Canada's Nordion Turns to Rosatom for Isotope

Once Nordion completes certification by next summer, Russian isotopes will arrive at their plant for processing.

Canada's MDS Nordion, a provider of products and services to the global health science market, is taking steps to certify a rare medical isotope that it agreed to buy from a Rosatom subsidiary, the Russian company's chief said Tuesday.

Nordion expects to complete the certification by next summer to be able to take shipments from Izotop, said Izotop chief Andrei Silkin, Interfax reported. Nordion said earlier that biweekly deliveries of molybdenum-99 would begin in the first half of next year.

The Moscow-based Izotop company concluded a 10-year agreement with Nordion for the supply of Russian-produced molybdenum-99, which is widely used in nuclear medicine. The radioactive isotope is frequently in short supply on the world market because of the small number of its producers.

The value of the deal is not being disclosed. The price of the isotope fluctuates widely with market supply and cannot be predicted in advance, Izotop's Silkin said in a statement issued after the signing of the agreement last week.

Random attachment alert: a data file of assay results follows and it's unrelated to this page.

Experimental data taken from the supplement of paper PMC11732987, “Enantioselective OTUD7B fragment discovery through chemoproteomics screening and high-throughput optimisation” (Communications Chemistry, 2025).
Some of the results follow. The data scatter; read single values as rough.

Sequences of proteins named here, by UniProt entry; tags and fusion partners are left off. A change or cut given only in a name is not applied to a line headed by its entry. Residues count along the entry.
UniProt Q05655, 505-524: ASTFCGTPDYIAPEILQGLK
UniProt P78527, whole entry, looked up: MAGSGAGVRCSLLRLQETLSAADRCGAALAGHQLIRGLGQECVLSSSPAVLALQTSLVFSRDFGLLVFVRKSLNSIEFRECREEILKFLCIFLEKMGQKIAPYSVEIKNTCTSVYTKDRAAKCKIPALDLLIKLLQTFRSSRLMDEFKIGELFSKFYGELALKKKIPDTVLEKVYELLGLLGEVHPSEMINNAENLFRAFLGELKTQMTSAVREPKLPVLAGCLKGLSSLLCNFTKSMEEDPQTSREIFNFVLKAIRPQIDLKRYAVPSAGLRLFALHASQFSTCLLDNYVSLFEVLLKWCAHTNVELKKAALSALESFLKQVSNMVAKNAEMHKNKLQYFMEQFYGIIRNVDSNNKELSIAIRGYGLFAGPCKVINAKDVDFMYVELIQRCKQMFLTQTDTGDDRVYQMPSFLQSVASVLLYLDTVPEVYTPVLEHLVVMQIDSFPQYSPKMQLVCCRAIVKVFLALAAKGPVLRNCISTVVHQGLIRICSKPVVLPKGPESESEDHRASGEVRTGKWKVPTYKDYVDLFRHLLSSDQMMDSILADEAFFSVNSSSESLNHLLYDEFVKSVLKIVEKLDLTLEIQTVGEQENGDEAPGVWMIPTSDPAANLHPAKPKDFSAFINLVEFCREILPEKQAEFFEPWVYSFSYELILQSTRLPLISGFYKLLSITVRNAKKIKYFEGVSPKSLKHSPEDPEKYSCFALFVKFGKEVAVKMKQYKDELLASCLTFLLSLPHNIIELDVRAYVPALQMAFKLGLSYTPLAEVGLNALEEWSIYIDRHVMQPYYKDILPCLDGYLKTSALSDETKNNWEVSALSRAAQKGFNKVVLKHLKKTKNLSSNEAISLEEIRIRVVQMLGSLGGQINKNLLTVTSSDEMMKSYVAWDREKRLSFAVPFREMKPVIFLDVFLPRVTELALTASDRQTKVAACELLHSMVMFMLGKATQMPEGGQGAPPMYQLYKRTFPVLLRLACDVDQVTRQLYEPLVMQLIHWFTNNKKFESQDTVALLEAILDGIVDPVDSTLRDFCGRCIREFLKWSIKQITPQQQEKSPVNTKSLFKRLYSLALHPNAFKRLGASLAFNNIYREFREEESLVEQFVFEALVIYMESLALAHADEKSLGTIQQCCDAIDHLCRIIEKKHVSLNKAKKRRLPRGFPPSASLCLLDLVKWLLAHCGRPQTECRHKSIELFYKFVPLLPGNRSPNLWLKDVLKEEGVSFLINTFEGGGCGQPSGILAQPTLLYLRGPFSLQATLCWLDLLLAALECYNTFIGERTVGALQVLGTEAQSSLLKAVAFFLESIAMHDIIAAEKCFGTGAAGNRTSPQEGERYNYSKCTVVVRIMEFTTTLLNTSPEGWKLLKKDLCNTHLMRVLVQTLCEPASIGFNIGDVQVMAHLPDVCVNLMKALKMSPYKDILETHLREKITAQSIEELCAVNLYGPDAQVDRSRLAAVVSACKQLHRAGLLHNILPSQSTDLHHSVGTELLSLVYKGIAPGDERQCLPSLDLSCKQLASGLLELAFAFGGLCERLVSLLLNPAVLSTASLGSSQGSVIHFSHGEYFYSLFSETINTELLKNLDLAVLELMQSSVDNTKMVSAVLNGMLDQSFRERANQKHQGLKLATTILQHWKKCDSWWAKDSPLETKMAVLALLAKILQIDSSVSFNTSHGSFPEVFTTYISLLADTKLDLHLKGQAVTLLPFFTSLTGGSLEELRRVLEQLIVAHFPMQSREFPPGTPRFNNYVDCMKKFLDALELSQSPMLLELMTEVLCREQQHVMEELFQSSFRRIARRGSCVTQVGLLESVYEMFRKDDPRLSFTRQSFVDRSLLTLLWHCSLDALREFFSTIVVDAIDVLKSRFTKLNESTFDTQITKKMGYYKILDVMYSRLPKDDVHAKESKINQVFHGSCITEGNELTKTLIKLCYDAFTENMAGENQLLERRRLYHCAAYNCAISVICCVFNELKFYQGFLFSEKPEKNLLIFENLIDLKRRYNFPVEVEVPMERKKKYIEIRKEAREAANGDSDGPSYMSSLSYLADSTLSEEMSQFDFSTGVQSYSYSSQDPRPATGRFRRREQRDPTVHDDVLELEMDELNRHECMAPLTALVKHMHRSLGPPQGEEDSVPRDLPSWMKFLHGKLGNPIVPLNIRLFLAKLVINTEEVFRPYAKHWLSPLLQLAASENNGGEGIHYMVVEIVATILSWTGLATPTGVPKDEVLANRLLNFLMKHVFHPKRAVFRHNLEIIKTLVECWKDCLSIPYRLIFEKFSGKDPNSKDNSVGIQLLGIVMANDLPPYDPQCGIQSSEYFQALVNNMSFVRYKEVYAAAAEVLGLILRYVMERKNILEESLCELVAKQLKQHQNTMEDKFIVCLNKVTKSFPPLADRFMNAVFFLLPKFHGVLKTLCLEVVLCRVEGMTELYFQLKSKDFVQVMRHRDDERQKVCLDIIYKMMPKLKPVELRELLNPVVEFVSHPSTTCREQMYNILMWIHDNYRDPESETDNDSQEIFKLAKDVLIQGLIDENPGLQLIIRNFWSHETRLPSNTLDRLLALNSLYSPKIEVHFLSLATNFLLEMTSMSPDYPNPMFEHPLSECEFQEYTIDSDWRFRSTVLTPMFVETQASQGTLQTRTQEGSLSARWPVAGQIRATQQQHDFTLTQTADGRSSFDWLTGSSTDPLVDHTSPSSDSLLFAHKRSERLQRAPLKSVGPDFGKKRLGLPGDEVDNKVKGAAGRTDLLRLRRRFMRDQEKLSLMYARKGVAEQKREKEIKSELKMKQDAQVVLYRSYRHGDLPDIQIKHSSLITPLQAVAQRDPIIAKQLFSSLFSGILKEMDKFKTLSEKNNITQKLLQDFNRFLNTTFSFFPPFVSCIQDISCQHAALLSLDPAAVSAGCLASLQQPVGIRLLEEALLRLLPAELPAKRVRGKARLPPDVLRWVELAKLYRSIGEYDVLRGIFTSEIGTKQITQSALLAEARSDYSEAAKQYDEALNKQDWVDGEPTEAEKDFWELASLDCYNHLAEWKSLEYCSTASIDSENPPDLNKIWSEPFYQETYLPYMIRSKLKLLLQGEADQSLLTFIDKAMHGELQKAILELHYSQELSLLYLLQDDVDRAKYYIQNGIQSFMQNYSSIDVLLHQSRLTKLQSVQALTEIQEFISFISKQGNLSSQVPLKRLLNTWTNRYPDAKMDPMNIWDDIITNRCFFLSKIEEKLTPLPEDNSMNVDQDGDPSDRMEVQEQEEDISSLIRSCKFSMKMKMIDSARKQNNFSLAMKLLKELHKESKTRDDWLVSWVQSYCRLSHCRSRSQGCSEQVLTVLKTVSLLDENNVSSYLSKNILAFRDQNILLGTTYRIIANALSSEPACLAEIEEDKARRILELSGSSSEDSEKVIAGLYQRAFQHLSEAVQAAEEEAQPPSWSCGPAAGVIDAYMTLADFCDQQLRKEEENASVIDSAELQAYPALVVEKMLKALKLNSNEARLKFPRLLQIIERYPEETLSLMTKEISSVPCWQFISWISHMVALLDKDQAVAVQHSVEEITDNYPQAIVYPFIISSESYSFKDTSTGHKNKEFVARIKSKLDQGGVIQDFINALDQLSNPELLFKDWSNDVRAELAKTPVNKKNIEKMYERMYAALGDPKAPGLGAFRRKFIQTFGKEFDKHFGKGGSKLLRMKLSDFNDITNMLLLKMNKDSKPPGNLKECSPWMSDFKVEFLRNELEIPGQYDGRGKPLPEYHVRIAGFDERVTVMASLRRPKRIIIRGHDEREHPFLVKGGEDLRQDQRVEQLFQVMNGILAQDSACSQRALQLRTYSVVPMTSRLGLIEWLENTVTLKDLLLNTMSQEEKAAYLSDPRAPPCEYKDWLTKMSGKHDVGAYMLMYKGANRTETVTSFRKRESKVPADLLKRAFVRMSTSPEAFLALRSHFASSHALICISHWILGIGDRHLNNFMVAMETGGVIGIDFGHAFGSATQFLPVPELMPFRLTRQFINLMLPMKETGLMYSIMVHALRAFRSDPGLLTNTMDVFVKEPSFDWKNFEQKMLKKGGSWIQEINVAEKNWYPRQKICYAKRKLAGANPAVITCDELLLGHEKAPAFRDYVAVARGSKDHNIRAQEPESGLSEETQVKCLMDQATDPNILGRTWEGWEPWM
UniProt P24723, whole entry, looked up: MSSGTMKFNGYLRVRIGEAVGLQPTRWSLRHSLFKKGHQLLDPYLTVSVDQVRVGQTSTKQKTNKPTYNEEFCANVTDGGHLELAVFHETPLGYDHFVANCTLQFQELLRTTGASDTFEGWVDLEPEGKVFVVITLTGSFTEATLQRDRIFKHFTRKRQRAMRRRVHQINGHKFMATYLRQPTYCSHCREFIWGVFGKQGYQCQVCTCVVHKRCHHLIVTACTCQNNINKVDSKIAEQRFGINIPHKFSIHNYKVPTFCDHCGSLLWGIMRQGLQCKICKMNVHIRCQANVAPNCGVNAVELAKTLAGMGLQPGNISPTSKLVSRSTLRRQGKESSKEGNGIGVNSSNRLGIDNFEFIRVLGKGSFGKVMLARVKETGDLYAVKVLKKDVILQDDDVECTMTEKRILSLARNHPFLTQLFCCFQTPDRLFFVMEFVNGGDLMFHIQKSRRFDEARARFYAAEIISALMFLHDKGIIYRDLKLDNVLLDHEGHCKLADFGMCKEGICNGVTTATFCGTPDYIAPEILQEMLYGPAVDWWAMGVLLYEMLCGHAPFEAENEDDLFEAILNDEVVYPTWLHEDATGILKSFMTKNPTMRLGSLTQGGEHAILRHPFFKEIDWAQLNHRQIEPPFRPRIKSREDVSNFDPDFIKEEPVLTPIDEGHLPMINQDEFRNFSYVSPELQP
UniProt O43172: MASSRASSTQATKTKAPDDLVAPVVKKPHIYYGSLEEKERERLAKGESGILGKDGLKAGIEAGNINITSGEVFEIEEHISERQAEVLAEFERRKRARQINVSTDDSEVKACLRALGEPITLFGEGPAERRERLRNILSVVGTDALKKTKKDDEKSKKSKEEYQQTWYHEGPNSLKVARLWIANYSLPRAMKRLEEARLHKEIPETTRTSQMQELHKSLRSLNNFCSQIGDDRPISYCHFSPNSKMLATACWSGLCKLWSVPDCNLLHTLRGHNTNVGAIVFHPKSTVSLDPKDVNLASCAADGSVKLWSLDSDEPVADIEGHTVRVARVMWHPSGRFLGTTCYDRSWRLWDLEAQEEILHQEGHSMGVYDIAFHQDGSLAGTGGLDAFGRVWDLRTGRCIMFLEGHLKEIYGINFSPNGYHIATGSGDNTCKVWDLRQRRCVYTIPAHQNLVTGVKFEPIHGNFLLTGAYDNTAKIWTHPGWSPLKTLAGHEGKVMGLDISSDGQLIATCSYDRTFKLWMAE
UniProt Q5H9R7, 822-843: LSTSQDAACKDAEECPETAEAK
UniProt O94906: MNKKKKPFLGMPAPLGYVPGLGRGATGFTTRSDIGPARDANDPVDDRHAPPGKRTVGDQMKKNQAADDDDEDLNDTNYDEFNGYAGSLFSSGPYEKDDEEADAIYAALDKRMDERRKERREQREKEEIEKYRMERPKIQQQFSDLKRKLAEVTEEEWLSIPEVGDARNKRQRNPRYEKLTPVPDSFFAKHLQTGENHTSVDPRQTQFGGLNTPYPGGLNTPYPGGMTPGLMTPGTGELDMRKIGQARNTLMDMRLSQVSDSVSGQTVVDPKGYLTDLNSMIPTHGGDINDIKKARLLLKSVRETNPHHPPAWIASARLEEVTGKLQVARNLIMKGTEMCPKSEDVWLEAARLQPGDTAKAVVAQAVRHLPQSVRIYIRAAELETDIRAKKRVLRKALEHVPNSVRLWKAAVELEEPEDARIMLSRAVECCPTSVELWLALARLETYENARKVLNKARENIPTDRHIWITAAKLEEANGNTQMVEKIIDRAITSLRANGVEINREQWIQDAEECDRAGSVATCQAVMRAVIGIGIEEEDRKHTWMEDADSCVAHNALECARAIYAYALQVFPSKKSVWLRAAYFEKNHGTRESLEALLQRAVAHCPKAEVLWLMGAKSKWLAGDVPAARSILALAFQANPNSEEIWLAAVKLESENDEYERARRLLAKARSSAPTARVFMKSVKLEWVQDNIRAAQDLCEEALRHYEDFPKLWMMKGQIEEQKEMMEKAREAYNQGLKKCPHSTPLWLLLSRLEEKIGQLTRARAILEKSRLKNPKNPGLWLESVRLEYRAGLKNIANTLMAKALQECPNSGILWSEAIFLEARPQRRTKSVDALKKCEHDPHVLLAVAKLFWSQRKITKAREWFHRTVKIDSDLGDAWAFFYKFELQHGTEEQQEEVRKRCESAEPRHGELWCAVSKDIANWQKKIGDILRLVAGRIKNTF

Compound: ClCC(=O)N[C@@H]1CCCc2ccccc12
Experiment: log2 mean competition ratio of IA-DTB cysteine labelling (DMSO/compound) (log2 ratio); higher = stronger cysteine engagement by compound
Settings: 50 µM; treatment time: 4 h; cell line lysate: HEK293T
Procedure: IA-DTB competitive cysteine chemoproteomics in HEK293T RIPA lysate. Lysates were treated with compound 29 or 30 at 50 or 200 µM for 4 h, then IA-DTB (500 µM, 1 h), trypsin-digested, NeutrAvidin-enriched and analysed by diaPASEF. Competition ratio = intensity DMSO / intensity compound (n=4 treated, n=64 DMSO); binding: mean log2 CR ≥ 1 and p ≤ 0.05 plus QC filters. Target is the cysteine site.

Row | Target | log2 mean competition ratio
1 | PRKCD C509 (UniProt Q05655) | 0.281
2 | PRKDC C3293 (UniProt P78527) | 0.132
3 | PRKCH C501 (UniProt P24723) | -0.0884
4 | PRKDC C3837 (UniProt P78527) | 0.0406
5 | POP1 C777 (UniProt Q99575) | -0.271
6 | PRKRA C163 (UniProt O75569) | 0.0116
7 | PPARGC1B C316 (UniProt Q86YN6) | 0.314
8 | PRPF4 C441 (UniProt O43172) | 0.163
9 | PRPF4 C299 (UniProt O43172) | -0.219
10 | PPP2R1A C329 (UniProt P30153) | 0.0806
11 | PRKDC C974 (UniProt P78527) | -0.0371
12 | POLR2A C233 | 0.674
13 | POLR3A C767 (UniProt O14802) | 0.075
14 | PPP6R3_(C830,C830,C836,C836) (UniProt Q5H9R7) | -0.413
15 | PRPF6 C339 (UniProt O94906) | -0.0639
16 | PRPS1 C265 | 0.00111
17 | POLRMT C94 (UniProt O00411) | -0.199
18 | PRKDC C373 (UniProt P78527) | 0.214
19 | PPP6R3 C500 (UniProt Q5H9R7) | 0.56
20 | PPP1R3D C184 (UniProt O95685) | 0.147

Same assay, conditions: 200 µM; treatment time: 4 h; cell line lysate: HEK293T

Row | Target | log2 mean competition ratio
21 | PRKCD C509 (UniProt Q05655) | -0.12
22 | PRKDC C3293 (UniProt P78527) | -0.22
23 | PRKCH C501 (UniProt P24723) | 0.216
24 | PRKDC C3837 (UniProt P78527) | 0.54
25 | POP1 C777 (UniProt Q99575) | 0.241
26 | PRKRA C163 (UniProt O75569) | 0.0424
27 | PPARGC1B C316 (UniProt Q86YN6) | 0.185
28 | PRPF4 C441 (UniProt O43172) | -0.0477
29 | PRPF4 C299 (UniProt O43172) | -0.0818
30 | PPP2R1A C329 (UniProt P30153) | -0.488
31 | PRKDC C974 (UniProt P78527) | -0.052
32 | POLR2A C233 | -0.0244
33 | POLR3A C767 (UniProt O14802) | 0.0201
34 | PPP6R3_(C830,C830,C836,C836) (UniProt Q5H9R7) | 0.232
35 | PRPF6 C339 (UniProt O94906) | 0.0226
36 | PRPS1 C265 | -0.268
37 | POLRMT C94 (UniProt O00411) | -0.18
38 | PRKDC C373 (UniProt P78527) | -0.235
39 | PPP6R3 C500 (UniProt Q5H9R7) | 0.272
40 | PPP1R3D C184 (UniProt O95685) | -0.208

Izotop is an authorized subsidiary of state corporation Rosatom.

Only five nuclear reactors produce molybdenum-99 on an industrial scale worldwide, which creates shortages when they shut down for maintenance. That's why the isotope's buyers chase small-scale producers, such as the Scientific Research Institute of Atomic Reactors in the Ulyanovsk region, which will supply the substance to Izotop.

Nordion currently relies exclusively on Canada's Chalk River reactor for its supply of molybdenum-99, which is used to diagnosis cancer and heart disease. The ageing reactor shut down in May 2009 because of a heavy water leak and reopened only 15 months later. More shutdowns are planned for the reactor.

“The supply agreement provides MDS Nordion with a new source of Mo-99 for its customer base and strengthens its global supply chain,” the company said in a statement last week.The Russian institute currently produces 900 curies of the isotope per week, of which 200 curies go for domestic needs, but plans are to increase capacity in the course of several years to 2,700 curies a week to meet Nordion needs.

The Canadian company will have the exclusive right to process the molybdenum-99 it receives, as well as to distribute and sell it outside the Russian Federation.

The new production of molybdenum in Russia is being carried out as an innovation project identified by the presidential commission on the modernization of the economy and approved by President Dmitry Medvedev in June of last year, Silkin emphasized.

Proceeds from sales will be reinvested into isotope production, Silkin stated. A joint enterprise will be set up by the Russian and Canadian companies within a year and possibilities are being explored for sales of other isotopes, he added.

Izotop expects to see sales of about $50 million this year, Interfax reported. It will receive a commission of 3 percent to 5 percent of the sales price of the isotopes it handles, with the remaining money going to the producer.

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